Figure 6. c-Maf is required for high-affinity antibody response. (A) Control and c-MafKO-T mice were immunized with keyhole limpet hemocyanin (KLH)/Alum in fp and draining lymph node were analyzed on day 7. Contour plots and histograms represent BGC cells (defined as IgDlow-GL7+, among CD19+ B cell gate). (B–H) Mice were immunized ip with NP-KLH in Alum. Sera were collected at the indicated timings and tested for total [fixation on NP24-BSA-coated enzyme-linked immunosorbent assay (ELISA) plates] anti-NP IgG1 (B,D,F) and IgM (C). High-affinity IgG1 were detected on NP4-BSA-coated ELISA plates (E,G). Relative affinity is expressed as the ratio of serum volume corresponding to 50% binding on NP24-BSA and NP4-BSA (H). Each symbol represents individual mice. Results are pooled from two independent experiments (A) or are representative of three independent experiments (B–H). Difference between groups was analyzed with the Mann–Whitney test for two-tailed data. **p < 0.01; ***p < 0.001; ****p < 0.0001.


While expression of cMaf has long been considered as a hallmark of Tfh cells, its precise role during Tfh cell development was unknown at the beginning of the present study. We demonstrate herein that c-Maf plays a major, non-redundant role in the differentiation of Tfh cells in vivo. c-Maf is expressed early during Tfh cell induction and mice harboring a T cell-specific conditional ablation of c-Maf are strongly impaired in their Tfh response to both antigen/adjuvant vaccinations and commensal intestinal bacteria.

By using retroviral ectopic expression of c-Maf or BCL6 in in vitro-derived human Tfh cells, Kroenke et al. first reported that c-Maf and BCL6 regulated distinct features of Tfh cell function, with BCL6 being critical for T cell positioning within the follicle and directing T–B interactions (through upregulation of CXCR5, CXCR4, CCR7, SAP, PD1, CD40L, ICOS, CXCL13) and c-Maf promoting and sustaining IL-21 secretion (10). The cooperation of c-Maf and BCL6/Ascl2 to achieve complete Tfh cell fate through orchestration of distinct sets of genes was further supported by studies indicating that c-Maf-bound genes hardly correlated with genes bound by BCL6 or Ascl2 (8, 9). Collectively, and in agreement with the well-known role of c-Maf in transactivating the IL-4 and IL-21 promoters (11, 12), these data suggested that c-Maf regulates Tfh cell function by fine-tuning cytokine production in Ascl2/BCL6-driven differentiated Tfh cells (1). Our data challenge this simple view of cMaf sustaining the Tfh program through cytokine, and in particular IL-21, production only. Indeed, c-Maf deficiency in the T cell compartment led to a virtually complete loss of Tfh cells, while lack of IL-21–IL-21R signaling appeared as largely compatible with Tfh cell development (2224). Similarly, reduction in Tfh cell numbers was more severe in c-MafKO-T than in mice lacking STAT3 (the major IL-6/IL-21 signaling pathway in T cells) (20, 22, 25), thus suggesting that the defect observed in c-MafKO-T mice did not simply reflect a consequence of reduced IL-21 signaling in these cells.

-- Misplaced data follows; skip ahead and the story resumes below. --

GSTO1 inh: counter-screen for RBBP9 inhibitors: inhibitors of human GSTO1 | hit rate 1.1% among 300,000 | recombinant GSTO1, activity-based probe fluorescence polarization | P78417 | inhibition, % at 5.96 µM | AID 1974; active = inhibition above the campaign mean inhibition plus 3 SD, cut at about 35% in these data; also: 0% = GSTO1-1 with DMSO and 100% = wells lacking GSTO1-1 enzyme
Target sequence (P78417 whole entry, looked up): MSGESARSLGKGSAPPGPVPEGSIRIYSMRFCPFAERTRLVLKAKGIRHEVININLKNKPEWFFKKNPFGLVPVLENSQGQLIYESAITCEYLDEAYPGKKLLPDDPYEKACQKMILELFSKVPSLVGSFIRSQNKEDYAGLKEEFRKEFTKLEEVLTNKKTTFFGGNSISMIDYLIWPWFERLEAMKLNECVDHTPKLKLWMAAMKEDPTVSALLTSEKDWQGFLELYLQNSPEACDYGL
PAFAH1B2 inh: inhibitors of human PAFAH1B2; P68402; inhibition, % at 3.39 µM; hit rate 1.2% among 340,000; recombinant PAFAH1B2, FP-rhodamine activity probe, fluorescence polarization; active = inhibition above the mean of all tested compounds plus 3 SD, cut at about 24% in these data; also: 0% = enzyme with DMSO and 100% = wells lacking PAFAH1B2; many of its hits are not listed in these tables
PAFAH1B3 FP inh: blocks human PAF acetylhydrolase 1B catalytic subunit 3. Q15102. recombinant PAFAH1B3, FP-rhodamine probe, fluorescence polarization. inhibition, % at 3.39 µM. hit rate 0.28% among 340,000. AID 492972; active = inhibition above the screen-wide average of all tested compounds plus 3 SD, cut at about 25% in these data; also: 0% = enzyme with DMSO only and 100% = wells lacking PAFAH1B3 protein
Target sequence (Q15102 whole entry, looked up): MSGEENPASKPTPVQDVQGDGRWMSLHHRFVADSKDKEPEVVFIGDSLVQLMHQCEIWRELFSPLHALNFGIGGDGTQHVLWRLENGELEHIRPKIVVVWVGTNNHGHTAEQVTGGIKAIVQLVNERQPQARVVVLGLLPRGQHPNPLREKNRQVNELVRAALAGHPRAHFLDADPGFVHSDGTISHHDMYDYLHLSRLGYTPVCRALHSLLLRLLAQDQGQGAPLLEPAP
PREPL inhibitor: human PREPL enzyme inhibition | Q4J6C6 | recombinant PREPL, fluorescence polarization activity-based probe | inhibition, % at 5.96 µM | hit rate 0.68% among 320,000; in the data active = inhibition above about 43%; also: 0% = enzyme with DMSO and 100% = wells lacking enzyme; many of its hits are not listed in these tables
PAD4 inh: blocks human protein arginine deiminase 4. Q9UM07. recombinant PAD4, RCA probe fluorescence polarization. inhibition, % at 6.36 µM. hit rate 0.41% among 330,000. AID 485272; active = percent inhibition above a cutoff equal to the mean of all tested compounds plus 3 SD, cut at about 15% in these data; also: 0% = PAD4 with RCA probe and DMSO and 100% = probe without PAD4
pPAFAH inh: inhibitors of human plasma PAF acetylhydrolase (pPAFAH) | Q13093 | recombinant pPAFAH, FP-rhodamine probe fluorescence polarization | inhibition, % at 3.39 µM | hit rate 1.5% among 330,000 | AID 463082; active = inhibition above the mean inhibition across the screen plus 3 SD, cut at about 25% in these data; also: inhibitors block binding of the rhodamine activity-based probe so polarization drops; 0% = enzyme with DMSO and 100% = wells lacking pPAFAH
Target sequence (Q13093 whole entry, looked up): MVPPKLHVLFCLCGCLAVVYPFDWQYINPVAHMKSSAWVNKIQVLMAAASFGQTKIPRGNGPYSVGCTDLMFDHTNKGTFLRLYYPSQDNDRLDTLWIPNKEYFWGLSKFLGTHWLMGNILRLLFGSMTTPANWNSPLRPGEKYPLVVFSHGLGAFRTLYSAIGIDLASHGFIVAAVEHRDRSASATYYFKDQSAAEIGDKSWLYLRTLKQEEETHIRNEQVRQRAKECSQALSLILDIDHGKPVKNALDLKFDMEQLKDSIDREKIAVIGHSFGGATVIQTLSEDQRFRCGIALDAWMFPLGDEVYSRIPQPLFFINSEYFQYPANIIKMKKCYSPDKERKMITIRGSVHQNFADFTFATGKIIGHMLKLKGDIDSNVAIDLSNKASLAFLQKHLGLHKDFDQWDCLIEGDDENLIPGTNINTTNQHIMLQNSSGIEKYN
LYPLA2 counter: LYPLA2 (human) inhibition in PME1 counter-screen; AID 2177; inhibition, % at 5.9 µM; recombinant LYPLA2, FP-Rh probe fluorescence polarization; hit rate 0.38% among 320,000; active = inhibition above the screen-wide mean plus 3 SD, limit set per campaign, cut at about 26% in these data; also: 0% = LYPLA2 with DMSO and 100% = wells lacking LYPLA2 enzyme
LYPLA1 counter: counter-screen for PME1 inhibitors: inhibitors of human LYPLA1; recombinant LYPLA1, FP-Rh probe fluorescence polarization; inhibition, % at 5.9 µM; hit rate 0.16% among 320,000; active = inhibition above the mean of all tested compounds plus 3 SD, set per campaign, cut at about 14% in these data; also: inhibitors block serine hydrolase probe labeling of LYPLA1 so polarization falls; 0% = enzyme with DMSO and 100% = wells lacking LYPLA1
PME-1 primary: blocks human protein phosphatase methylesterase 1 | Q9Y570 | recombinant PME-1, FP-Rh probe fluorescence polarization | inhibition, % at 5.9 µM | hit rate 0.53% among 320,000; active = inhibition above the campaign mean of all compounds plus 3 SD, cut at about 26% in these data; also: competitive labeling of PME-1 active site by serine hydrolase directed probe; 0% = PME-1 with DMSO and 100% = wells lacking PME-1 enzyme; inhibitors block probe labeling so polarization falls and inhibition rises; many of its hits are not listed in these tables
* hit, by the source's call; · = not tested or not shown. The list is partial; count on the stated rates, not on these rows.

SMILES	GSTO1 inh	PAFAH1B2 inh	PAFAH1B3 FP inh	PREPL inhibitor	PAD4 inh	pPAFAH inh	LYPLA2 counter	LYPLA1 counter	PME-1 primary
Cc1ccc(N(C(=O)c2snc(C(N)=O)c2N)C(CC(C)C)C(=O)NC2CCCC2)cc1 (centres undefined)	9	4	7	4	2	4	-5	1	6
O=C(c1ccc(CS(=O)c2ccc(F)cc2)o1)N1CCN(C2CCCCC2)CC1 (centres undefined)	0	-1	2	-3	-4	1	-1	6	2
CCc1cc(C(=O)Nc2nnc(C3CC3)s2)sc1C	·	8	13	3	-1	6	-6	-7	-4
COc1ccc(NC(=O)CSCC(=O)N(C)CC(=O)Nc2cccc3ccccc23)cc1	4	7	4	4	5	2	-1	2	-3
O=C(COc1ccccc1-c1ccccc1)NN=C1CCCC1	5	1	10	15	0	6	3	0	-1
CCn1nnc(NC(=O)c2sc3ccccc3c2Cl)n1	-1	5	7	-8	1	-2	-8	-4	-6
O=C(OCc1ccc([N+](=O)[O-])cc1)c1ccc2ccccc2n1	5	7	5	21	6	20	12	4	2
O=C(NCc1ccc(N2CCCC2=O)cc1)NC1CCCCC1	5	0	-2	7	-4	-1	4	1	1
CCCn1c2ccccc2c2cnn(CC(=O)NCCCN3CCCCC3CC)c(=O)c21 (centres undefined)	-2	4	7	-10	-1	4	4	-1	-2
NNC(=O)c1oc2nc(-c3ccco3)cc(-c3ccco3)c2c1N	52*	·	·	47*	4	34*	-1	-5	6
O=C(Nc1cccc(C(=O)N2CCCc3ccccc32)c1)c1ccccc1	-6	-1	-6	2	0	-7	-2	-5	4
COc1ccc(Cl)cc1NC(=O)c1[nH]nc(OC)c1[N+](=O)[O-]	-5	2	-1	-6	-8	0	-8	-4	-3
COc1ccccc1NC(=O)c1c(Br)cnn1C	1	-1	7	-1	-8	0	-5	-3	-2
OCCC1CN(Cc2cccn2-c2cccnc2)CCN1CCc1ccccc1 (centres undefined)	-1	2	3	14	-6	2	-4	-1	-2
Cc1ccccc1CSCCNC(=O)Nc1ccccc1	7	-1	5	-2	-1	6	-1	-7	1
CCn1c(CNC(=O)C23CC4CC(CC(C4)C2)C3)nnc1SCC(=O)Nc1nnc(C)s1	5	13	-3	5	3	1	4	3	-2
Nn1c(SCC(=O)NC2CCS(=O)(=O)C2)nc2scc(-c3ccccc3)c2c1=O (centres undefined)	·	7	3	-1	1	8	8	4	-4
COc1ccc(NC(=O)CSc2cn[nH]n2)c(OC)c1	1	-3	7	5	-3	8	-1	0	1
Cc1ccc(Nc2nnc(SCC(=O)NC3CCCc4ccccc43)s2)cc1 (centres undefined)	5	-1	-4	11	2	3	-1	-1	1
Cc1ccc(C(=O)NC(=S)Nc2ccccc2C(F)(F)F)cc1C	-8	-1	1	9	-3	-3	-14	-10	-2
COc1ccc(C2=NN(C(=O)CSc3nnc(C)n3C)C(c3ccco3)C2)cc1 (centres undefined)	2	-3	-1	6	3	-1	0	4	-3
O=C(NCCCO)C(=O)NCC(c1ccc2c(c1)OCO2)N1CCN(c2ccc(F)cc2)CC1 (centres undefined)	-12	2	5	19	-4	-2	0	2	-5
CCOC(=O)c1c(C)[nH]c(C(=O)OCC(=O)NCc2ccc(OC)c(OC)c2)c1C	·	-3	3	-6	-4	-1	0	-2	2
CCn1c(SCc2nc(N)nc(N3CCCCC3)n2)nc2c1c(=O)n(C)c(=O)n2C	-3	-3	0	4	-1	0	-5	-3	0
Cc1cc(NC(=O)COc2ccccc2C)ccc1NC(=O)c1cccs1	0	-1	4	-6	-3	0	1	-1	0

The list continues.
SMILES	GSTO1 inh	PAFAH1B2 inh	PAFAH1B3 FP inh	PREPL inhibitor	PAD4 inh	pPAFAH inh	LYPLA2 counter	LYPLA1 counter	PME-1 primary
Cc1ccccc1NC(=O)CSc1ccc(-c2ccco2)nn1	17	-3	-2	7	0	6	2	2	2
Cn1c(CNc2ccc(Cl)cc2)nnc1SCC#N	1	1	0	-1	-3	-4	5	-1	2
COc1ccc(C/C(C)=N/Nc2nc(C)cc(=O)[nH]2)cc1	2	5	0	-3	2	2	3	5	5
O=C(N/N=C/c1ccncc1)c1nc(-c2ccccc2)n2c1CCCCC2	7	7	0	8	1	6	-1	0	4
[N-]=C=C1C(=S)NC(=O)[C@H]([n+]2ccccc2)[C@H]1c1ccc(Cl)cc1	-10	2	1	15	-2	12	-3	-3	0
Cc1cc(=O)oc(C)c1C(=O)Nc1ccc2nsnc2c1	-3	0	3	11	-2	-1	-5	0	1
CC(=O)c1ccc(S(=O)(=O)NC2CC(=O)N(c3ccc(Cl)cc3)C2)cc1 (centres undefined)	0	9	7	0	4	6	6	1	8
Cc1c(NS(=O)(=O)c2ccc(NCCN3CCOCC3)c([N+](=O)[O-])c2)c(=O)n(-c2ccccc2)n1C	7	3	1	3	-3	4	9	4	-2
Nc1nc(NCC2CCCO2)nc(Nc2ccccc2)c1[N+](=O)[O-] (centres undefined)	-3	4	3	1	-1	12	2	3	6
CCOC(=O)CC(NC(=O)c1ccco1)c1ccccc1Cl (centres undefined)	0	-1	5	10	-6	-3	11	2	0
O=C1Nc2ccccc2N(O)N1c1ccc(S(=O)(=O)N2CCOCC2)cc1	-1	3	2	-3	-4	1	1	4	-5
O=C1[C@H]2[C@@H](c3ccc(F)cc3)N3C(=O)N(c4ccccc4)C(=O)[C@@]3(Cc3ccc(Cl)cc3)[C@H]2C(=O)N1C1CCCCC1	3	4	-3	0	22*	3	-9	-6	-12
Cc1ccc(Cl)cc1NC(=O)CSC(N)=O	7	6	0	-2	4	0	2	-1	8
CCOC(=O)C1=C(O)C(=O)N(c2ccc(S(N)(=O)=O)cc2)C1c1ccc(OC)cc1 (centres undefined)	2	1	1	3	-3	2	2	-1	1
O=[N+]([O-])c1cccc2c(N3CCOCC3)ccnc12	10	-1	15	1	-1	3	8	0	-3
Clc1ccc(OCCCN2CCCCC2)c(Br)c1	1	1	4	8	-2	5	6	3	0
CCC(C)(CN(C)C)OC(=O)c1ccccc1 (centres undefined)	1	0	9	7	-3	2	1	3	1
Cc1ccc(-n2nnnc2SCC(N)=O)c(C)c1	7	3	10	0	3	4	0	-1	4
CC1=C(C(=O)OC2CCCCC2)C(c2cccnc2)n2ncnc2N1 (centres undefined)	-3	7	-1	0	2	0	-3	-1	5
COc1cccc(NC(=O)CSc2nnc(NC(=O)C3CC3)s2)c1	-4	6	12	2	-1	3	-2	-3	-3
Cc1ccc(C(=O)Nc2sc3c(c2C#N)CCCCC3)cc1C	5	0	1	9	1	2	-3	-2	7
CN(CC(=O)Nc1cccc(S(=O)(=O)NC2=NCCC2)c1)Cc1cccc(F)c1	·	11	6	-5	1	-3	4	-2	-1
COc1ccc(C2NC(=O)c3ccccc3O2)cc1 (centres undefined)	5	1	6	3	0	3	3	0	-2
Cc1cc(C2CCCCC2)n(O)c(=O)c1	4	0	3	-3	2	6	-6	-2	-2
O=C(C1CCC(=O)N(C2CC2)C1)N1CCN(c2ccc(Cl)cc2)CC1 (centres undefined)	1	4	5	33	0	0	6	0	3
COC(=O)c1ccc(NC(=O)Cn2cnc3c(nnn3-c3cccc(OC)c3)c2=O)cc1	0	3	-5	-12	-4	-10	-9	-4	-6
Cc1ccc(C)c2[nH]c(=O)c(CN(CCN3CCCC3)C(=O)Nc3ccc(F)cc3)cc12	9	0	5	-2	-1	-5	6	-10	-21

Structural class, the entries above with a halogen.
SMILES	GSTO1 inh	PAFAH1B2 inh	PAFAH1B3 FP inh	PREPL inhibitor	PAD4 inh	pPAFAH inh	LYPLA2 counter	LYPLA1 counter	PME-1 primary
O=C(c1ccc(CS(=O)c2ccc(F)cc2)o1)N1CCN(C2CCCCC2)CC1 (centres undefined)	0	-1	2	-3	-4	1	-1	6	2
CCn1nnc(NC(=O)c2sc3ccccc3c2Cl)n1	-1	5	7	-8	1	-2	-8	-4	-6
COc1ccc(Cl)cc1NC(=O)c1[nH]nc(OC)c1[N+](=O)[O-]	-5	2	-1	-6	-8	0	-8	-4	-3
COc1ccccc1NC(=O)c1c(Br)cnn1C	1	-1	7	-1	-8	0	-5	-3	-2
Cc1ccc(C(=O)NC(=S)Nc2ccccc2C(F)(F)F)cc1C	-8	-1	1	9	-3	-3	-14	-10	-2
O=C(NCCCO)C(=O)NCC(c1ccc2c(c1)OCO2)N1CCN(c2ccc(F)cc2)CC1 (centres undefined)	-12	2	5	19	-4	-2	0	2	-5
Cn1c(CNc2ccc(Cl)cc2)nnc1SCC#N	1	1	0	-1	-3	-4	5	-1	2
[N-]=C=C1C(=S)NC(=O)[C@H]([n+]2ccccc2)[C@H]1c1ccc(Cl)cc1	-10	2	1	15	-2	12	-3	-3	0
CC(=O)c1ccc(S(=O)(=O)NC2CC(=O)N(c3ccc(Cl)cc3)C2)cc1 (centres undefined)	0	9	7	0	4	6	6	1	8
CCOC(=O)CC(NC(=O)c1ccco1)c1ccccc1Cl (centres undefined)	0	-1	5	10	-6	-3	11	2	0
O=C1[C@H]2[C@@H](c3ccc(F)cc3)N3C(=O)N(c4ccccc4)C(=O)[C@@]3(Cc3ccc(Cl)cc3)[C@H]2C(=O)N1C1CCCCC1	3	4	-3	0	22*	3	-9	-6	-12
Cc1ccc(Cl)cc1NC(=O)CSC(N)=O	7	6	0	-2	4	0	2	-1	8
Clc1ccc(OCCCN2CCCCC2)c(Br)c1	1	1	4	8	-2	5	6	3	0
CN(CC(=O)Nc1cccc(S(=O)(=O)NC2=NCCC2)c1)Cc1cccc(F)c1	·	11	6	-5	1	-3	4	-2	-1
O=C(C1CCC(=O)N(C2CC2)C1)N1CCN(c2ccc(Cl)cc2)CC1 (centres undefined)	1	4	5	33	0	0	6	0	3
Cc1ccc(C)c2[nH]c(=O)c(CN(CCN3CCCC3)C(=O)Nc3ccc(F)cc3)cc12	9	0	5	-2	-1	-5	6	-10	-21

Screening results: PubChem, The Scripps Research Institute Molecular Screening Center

Using a fetal liver transplant experiment, Bauquet et al. reported that loss of c-Maf resulted in markedly reduced numbers of Th17 and Tfh cells (26), suggesting that c-Maf might also regulate Tfh cell differentiation. However, the entire hematopoietic compartment (including T, B, and APCs) was defective for c-Maf in these chimeric mice, still leaving open the question of a direct intrinsic role of c-Maf in the Tfh cell differentiation program. In keeping with these conclusions, we provide evidence herein suggesting that c-Maf controls Tfh cell fate in a cell-autonomous fashion. Indeed, wild type Tfh cells failed to rescue Tfh differentiation of c-Maf-deficient T cells in chimeric mice, suggesting that soluble factors provided by wild type T cells cannot compensate for c-Maf loss during Tfh cell development.

As mentioned earlier, a first wave of pre-Tfh cell induction precedes the full Tfh cell differentiation process (characterized by stabilization of high levels of BCL6 expression) (57). Our in vivo studies reveal that c-Maf and BCL6 are co-expressed during this early step of Tfh cell development. Although previous studies and our own unpublished data have shown that over-expression of c-Maf does not directly induce BCL6 expression in Th cells (8, 10), we observe a severe defect in BCL6 expression in CD4+ Th cells, 1 week after immunization, in the absence of c-Maf. Collectively, these data thus suggest that promotion of the early wave of Tfh cell differentiation by c-Maf may facilitate further stabilization of BCL6 expression in fully committed Tfh cells.

In vitro studies confirmed that c-Maf expression was required for adequate IL-21 production (11). As previously documented, activation of naïve Th cells in the presence of IL-6 led to the differentiation of IL-21-producing Tfh-like cells able to induce B cell growth and antibody secretion (17, 18). Using the same in vitro assay, we observed a twofold reduction in IL-21 secretion by c-Maf-deficient Tfh-like cells, concomitantly with a reduced ability to deliver B cell help for antibody production in T–B co-culture assays. Thus, although failure to secrete adequate IL-21 levels may explain the reduced B cell help properties of c-Maf-deficient T cells in vitro, the strict requirement for c-Maf expression to achieve B cell help in vivo probably reflects additional roles for this transcription factor in driving Tfh development in a physiological setting.